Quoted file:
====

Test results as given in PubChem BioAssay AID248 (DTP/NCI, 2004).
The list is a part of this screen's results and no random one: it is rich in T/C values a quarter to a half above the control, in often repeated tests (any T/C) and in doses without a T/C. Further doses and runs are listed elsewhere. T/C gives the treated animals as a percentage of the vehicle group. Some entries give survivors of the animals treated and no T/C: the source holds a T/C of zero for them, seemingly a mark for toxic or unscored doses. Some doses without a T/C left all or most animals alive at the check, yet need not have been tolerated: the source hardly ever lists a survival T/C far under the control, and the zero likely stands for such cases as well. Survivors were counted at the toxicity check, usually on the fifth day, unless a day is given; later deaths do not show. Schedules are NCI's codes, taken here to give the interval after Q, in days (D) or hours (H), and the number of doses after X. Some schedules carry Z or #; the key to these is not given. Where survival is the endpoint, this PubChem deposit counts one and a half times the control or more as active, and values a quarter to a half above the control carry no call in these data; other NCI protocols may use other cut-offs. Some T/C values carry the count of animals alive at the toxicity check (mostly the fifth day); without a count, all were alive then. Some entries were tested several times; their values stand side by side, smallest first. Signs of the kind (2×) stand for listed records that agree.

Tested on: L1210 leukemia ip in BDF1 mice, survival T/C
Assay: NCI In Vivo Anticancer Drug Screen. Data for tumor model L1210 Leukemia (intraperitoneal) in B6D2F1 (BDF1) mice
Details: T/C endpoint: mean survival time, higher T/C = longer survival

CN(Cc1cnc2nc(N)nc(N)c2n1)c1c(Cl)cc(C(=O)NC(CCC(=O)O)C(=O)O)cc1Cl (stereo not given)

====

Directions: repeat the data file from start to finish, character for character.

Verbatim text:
Test results as given in PubChem BioAssay AID248 (DTP/NCI, 2004).
The list is a part of this screen's results and no random one: it is rich in T/C values a quarter to a half above the control, in often repeated tests (any T/C) and in doses without a T/C. Further doses and runs are listed elsewhere. T/C gives the treated animals as a percentage of the vehicle group. Some entries give survivors of the animals treated and no T/C: the source holds a T/C of zero for them, seemingly a mark for toxic or unscored doses. Some doses without a T/C left all or most animals alive at the check, yet need not have been tolerated: the source hardly ever lists a survival T/C far under the control, and the zero likely stands for such cases as well. Survivors were counted at the toxicity check, usually on the fifth day, unless a day is given; later deaths do not show. Schedules are NCI's codes, taken here to give the interval after Q, in days (D) or hours (H), and the number of doses after X. Some schedules carry Z or #; the key to these is not given. Where survival is the endpoint, this PubChem deposit counts one and a half times the control or more as active, and values a quarter to a half above the control carry no call in these data; other NCI protocols may use other cut-offs. Some T/C values carry the count of animals alive at the toxicity check (mostly the fifth day); without a count, all were alive then. Some entries were tested several times; their values stand side by side, smallest first. Signs of the kind (2×) stand for listed records that agree.

Tested on: L1210 leukemia ip in BDF1 mice, survival T/C
Assay: NCI In Vivo Anticancer Drug Screen. Data for tumor model L1210 Leukemia (intraperitoneal) in B6D2F1 (BDF1) mice
Details: T/C endpoint: mean survival time, higher T/C = longer survival

CN(Cc1cnc2nc(N)nc(N)c2n1)c1c(Cl)cc(C(=O)NC(CCC(=O)O)C(=O)O)cc1Cl (stereo not given)